Oracle PBCS: Out with Composite Forms and in with Dashboards!

In Oracle’s Planning & Budgeting Cloud (PBCS), composite forms are those that contain two or more simple forms.  Composite forms can allow users to view multiple input or review forms with different structures on the same screen, or in a tab format. 

For some time, Oracle has talked about doing away with composite forms in favor of other methods of accomplishing similar goals.  Well, that day is officially here.  As of the April PBCS update, Oracle will be removing the ability to create new composite forms. Although all existing composite forms can still be edited and used, the ability to create new composite forms in your service will be lost.

With composite forms going away, you will need to leverage dashboards, and all the functionality they have to offer, to fill these needs. In this post, we break down what this change means to you - both pros and cons.

So, what exactly is a Dashboard?

Dashboards give an overview of key information, while letting planners change and save data, chart, evaluate, highlight, comment, and run rules. One of the greatest strengths of dashboards is the capability to change a driver in one place, then instantaneously see its impact in other forms and charts on the screen.

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With dashboards, you can also: 

  • Include up to six simple forms

  • Include up to 9 charts or tiles

  • Choose chart types such as area, bar, bubble, column, combination bar and line, doughnut, funnel, gauge, scatter, radar, etc.

  • Add external web page links

  • Include commentary in the dashboard

  • Design the dashboard’s layout and customize dashboard colors

Creating Dashboards

Creating dashboards is a simple drag and drop of objects from the left design palette over to the canvas. Objects include simple forms, chart types, tile, commentary, and URL. Objects can be placed to the left, the right, the top, or the bottom of each other.

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Composite Forms vs. Dashboards 

So, what is the difference between composite forms and dashboards? Well, aesthetic wise, you can create a dashboard that looks a lot like a comparable composite form. Below we display what a planning user would see when looking at a composite form and similar dashboard. Like forms, you can input data in dashboards and access them in SmartView, thanks to the December 2018 update. When you open a dashboard in SmartView, a new Excel workbook is launched with each dashboard object displayed in a separate worksheet. Chart objects are displayed in grid format. Please note that only grid and chart objects are supported - other dashboard objects are ignored when opening via SmartView.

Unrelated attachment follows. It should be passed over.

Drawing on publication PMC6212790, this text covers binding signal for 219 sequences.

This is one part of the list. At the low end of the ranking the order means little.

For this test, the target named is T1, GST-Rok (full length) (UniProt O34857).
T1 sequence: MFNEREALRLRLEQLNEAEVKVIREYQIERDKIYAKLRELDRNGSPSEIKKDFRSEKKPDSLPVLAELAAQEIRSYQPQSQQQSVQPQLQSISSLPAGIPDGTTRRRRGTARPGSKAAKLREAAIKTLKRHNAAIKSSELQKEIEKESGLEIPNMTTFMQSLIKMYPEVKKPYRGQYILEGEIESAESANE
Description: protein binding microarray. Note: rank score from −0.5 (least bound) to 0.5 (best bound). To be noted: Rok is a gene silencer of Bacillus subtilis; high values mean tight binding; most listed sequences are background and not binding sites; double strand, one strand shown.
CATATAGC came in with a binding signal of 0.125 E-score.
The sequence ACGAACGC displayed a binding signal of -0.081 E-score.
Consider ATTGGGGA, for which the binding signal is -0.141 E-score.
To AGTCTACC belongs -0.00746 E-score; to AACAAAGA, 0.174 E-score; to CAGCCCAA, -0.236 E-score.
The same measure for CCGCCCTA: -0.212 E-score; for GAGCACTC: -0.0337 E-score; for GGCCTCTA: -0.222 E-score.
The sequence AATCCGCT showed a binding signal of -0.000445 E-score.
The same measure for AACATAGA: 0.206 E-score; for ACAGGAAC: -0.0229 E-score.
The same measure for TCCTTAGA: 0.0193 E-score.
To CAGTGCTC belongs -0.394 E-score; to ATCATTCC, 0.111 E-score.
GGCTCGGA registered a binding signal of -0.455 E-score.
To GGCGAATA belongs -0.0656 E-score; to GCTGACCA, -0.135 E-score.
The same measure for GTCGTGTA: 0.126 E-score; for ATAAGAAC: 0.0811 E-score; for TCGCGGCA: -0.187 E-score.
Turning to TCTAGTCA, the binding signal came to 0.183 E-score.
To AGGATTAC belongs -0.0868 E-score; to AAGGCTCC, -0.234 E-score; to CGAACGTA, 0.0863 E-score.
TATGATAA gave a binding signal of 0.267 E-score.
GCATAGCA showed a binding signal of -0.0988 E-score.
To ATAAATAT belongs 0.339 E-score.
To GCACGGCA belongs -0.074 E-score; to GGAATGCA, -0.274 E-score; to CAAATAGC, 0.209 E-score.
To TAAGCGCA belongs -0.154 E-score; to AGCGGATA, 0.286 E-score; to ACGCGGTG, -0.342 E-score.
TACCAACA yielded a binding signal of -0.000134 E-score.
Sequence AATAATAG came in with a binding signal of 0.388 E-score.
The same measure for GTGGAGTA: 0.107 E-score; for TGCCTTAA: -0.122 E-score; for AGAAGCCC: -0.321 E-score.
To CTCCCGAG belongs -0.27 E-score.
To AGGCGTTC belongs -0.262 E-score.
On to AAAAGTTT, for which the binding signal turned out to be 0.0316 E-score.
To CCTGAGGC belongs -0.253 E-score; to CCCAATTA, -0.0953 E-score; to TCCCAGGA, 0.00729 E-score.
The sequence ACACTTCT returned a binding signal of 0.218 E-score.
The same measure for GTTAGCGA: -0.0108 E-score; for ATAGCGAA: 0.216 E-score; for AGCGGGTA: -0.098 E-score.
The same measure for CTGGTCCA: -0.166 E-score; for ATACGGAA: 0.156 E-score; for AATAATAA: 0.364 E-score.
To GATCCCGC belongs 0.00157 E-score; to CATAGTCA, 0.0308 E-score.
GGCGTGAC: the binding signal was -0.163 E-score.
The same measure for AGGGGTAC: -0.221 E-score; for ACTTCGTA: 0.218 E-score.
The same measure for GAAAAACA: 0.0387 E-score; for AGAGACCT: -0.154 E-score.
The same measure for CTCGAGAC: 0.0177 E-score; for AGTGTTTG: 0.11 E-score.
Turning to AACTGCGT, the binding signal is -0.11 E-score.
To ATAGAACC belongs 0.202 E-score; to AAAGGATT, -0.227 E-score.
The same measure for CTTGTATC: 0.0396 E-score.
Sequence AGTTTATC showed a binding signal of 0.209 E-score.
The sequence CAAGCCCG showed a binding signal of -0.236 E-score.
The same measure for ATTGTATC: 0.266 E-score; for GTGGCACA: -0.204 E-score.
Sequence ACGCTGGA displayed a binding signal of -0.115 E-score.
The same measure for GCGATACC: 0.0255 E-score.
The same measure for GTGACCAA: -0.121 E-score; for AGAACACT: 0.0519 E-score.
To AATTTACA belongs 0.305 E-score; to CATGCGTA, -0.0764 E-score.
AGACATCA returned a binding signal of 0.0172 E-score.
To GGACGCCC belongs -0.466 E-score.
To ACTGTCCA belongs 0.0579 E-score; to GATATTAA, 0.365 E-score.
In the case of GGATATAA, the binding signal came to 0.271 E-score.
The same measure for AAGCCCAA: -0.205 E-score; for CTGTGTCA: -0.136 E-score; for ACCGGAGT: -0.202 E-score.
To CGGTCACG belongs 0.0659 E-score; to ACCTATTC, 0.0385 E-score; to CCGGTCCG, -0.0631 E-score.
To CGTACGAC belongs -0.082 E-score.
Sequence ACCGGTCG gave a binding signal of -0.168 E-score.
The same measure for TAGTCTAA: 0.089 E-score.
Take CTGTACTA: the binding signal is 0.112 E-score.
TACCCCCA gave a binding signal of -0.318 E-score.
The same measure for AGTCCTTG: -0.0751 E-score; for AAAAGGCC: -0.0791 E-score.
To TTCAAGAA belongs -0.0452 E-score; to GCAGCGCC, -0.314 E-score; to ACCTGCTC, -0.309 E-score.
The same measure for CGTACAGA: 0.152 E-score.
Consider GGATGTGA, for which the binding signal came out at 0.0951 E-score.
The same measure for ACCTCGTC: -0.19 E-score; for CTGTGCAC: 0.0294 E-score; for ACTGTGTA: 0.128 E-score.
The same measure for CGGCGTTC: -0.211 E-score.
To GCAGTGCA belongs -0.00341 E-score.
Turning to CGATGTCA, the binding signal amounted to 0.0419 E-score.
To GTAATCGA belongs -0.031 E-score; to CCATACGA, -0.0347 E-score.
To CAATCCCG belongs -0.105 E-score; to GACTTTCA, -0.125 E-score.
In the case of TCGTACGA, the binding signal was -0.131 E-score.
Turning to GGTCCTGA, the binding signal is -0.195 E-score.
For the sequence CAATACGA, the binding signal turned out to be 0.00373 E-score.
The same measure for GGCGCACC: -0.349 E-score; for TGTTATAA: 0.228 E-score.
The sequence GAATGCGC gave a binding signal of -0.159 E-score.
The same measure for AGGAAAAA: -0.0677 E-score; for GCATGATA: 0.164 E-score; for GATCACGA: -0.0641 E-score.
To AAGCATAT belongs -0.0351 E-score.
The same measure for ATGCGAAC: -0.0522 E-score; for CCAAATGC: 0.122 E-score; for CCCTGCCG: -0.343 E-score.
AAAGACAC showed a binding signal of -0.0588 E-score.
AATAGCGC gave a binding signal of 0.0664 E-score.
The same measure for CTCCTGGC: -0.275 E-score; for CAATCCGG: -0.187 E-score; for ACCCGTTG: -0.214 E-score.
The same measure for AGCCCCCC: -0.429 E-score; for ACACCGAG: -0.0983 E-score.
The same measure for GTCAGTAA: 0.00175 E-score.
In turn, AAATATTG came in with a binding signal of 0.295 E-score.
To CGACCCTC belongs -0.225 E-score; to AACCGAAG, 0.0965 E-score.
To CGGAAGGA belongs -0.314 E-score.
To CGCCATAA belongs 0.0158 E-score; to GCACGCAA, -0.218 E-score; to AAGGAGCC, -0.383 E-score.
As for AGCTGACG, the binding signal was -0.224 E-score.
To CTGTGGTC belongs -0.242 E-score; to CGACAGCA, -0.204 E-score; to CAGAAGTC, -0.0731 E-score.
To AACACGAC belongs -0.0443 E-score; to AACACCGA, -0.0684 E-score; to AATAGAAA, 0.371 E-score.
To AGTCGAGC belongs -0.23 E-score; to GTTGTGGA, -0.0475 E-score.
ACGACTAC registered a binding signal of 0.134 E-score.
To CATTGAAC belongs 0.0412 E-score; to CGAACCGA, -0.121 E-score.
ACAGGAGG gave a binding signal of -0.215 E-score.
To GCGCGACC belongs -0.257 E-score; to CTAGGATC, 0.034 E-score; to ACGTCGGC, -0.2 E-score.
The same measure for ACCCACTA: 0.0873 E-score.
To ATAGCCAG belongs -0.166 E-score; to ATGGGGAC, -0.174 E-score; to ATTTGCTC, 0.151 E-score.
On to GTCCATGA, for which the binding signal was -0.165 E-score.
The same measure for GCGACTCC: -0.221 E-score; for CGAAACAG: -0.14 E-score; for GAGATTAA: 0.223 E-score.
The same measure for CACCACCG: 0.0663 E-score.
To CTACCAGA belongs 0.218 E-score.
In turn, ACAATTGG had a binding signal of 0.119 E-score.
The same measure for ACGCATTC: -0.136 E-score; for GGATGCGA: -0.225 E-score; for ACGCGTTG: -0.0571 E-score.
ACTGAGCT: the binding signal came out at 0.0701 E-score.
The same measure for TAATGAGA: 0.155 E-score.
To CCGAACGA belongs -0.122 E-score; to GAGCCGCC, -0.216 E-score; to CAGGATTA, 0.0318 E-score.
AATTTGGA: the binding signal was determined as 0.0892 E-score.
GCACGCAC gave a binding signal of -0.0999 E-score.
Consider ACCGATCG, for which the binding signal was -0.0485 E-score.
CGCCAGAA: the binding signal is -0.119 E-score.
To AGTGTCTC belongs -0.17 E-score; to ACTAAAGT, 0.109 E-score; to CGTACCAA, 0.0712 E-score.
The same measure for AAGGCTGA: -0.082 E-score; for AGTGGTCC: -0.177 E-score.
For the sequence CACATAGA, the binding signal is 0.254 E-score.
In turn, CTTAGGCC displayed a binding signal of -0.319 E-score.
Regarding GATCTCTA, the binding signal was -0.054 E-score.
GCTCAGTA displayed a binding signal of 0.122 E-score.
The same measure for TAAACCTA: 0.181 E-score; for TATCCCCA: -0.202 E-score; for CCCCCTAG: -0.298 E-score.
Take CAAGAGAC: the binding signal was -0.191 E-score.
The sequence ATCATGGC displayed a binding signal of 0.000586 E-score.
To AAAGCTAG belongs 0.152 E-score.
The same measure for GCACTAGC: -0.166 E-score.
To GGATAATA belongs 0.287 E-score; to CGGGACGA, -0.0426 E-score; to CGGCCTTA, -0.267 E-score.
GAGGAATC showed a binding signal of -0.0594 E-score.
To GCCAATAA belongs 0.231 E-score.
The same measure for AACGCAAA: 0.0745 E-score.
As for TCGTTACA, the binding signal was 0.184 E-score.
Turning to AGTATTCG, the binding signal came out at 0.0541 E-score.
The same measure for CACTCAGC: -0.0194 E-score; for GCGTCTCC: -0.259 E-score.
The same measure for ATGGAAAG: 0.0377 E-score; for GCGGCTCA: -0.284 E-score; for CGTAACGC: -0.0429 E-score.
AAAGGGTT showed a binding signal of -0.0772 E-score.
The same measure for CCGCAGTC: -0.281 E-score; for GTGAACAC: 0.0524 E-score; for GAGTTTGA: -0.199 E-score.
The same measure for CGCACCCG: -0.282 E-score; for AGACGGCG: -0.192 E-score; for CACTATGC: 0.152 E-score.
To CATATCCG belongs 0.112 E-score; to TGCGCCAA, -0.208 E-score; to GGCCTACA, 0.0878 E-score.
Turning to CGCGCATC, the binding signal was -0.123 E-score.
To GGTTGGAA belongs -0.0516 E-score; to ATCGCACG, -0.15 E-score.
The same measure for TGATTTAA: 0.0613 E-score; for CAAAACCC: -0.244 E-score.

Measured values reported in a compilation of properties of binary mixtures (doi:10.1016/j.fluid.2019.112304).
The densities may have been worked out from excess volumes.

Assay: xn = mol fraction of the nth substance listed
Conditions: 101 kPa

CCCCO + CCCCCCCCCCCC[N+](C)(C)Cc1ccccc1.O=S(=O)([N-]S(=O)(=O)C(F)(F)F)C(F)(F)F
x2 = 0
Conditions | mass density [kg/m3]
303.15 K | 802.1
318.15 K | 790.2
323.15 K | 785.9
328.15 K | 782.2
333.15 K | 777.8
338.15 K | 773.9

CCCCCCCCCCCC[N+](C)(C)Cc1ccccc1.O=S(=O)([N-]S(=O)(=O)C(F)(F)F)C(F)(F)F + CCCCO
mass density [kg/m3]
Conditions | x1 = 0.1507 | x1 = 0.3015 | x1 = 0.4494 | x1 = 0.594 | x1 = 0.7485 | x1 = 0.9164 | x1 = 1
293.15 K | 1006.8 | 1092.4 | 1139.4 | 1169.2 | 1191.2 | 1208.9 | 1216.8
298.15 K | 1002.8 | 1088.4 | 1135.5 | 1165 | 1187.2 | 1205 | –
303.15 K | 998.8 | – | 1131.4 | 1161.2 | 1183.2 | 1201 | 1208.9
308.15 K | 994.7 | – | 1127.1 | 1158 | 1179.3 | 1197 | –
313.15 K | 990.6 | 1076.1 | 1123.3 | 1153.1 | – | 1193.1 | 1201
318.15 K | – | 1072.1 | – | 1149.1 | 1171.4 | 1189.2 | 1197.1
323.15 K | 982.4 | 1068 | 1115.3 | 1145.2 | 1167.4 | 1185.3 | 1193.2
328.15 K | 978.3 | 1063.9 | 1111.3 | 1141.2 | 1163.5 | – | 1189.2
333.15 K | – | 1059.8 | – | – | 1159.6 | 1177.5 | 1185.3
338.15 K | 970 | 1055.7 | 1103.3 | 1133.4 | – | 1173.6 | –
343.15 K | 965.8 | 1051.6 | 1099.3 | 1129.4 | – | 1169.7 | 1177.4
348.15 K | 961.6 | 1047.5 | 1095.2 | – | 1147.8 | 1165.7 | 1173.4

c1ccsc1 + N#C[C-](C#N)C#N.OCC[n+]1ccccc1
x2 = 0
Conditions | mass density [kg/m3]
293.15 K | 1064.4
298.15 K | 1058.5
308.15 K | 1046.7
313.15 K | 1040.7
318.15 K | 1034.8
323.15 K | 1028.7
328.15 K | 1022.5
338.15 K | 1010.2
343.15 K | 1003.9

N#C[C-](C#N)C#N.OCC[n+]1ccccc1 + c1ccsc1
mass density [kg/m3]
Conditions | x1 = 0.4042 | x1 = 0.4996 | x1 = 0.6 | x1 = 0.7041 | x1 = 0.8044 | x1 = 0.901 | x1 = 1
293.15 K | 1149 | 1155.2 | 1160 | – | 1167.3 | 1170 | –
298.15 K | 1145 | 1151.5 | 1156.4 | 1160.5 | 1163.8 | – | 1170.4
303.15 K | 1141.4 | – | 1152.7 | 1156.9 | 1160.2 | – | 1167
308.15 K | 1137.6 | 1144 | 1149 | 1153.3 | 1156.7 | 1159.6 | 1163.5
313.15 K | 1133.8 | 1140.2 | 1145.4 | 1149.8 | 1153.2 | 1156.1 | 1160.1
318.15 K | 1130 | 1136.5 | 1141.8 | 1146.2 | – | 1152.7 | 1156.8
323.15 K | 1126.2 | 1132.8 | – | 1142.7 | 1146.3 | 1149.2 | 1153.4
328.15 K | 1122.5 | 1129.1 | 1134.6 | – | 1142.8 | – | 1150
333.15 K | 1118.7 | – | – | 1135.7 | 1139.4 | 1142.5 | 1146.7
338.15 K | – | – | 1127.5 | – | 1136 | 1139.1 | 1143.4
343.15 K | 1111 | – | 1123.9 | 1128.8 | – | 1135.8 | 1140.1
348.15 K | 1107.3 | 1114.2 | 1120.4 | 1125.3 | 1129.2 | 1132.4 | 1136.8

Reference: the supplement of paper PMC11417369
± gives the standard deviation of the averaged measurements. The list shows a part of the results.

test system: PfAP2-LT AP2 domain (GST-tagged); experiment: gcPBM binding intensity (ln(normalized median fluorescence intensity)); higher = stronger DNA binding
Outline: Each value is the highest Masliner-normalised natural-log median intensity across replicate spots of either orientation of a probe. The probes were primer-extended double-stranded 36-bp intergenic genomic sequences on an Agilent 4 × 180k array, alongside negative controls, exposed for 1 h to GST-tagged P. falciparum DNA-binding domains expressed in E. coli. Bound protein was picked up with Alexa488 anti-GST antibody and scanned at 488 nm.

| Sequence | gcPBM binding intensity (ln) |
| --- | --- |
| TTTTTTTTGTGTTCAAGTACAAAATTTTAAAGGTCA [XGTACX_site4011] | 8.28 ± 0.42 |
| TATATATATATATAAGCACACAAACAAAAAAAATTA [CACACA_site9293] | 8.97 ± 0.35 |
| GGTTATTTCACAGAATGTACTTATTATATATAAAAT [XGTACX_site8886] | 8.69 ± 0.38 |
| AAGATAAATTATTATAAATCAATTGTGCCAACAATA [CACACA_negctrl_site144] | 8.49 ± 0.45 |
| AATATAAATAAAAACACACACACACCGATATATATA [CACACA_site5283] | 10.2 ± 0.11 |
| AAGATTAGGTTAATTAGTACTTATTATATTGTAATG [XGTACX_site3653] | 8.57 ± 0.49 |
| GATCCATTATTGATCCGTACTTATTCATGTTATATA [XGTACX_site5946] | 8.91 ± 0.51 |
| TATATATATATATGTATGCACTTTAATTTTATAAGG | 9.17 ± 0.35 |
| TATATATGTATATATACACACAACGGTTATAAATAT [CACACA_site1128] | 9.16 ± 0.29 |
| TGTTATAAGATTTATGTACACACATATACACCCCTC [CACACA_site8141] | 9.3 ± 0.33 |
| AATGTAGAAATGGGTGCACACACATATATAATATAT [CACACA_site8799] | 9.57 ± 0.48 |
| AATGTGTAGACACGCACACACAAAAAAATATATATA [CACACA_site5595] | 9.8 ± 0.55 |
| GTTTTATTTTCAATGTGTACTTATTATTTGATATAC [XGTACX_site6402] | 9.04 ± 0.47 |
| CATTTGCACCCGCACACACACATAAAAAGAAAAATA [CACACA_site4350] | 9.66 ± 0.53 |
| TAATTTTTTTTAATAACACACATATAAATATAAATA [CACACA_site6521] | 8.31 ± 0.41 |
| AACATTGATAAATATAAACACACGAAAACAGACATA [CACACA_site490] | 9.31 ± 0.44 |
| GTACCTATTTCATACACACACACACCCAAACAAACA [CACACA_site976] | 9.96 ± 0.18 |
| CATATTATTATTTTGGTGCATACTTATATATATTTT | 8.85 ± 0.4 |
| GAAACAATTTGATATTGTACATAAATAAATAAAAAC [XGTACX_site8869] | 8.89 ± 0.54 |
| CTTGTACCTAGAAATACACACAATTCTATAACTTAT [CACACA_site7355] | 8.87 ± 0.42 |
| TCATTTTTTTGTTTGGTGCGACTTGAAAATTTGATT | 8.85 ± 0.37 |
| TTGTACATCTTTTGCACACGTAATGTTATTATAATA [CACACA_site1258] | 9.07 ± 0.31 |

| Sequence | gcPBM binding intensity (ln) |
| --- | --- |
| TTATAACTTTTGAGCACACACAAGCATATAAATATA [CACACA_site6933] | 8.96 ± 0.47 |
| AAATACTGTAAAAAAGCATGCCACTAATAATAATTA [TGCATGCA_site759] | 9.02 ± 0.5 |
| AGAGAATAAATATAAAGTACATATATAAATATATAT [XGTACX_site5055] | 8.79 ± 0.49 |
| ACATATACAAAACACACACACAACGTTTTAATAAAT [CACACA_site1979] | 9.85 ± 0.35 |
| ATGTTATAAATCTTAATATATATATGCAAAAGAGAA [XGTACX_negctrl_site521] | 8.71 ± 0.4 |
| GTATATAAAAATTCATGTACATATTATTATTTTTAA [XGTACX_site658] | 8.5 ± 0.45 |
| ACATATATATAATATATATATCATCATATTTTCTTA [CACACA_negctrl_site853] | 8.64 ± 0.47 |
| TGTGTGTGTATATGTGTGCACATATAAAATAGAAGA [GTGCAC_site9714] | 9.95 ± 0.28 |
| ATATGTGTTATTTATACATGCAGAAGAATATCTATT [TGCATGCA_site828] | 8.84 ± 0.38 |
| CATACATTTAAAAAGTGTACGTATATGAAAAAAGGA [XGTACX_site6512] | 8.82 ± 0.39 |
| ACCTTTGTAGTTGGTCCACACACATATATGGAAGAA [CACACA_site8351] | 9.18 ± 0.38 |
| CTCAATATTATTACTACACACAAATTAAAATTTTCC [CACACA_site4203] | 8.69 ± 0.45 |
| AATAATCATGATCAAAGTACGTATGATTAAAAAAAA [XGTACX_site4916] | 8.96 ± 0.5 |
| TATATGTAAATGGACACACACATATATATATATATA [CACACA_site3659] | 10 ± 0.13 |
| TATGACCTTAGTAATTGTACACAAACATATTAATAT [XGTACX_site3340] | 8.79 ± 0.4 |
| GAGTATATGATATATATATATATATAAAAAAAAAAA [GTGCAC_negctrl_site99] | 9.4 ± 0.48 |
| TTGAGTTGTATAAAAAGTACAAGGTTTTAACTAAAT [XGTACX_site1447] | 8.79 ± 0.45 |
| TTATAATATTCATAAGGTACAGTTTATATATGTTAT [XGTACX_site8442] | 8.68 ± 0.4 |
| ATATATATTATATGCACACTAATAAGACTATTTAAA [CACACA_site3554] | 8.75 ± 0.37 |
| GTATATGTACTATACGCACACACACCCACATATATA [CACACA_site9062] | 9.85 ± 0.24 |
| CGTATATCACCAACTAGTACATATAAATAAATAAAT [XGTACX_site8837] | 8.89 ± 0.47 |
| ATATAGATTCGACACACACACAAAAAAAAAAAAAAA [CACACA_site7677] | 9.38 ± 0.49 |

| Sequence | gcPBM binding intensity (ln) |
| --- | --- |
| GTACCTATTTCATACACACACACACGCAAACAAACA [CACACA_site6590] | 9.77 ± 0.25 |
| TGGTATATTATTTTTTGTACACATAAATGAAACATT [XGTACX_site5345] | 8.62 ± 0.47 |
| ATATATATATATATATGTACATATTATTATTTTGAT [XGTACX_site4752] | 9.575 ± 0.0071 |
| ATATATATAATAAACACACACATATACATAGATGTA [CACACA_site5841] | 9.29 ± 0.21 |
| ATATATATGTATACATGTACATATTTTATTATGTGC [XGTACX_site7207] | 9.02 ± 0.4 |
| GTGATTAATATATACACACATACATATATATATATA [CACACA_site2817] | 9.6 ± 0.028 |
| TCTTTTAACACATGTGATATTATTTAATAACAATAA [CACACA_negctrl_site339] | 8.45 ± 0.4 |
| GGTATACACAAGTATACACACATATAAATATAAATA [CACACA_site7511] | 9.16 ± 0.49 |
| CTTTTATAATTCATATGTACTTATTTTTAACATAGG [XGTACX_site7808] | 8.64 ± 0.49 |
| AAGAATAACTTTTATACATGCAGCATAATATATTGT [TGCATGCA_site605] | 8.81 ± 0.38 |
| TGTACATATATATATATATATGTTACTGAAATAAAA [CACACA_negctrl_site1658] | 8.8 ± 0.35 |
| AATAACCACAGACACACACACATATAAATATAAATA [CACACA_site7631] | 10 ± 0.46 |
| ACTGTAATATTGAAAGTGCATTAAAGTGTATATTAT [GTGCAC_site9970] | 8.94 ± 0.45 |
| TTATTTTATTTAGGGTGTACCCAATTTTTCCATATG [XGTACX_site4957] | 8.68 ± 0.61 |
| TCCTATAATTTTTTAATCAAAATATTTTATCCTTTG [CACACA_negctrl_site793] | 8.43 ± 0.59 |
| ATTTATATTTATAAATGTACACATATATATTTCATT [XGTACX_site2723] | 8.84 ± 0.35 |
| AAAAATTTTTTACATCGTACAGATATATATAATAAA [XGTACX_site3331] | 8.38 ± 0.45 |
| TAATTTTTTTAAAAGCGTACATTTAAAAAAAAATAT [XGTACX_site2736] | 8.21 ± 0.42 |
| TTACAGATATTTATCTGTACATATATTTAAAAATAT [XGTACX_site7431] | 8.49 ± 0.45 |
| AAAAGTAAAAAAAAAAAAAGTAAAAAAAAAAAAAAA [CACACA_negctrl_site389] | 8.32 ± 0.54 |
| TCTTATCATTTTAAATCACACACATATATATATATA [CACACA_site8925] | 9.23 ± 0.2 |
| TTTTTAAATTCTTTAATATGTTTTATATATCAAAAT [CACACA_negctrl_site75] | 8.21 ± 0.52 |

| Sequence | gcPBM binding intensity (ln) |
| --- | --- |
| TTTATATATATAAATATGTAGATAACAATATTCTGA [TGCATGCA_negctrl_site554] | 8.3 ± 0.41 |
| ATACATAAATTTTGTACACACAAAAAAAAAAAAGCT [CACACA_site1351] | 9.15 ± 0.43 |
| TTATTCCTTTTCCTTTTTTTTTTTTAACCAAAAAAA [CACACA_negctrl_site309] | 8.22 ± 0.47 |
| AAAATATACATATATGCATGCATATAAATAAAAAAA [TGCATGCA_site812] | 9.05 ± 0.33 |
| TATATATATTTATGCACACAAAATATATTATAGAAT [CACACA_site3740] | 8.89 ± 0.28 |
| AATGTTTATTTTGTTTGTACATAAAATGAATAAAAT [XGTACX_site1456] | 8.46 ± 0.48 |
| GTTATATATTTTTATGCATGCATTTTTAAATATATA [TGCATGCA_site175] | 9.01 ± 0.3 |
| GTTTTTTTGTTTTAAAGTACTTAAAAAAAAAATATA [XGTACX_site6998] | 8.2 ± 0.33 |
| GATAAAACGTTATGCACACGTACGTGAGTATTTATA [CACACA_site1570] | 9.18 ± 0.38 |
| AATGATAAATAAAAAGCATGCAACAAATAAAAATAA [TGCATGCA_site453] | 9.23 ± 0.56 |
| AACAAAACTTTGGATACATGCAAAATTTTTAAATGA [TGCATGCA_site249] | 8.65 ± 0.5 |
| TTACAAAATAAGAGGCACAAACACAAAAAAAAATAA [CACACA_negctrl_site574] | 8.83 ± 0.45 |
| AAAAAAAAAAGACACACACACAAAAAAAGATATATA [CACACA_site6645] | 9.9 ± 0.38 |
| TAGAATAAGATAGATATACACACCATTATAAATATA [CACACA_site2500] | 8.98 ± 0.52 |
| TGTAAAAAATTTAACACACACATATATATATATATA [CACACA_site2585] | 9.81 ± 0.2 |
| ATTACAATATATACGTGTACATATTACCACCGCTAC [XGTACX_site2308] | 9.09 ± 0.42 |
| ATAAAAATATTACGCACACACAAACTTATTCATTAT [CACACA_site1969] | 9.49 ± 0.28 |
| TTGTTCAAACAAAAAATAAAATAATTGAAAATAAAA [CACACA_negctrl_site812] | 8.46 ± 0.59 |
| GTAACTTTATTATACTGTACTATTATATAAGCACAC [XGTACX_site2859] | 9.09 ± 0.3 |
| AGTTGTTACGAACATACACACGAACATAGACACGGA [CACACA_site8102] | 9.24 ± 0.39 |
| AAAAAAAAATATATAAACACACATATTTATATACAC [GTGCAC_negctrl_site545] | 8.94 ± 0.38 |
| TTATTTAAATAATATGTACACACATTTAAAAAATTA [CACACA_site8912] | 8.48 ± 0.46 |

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Unfortunately, one useful capability that is lost with dashboards is the ability to create custom right-click menus that can take you directly to a different form, without having to first close the current one. On the other hand, you do still have the ability to use custom right click menus to launch business rules (phew). Additionally, you do lose the tab layout option that composite forms offer when viewing them via the web, but remember that dashboards do open in separate tabs when opened in SmartView.

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On the upside, dashboards provide much more functionality in terms of graphically displaying data via charts, as well as embedding links or commentary. It is even possible to create charts that are drillable, which allow you to display high level data, then drill down into the details and update the chart in real time.

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These dashboard features can help you to display information in a more meaningful way as an end user is going through their planning process. 

Keep Calm – Dashboards Can Hold Their Own

Overall, we don’t think this update disturbs much functionality to a planning user. Dashboards offer a wide selection of features that are worth reviewing. Check out the chart below for a few more comparisons between dashboards and composite forms. The full list can be found here.

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For more information on implementing Oracle PBCS and Dashboard functionality, please contact us.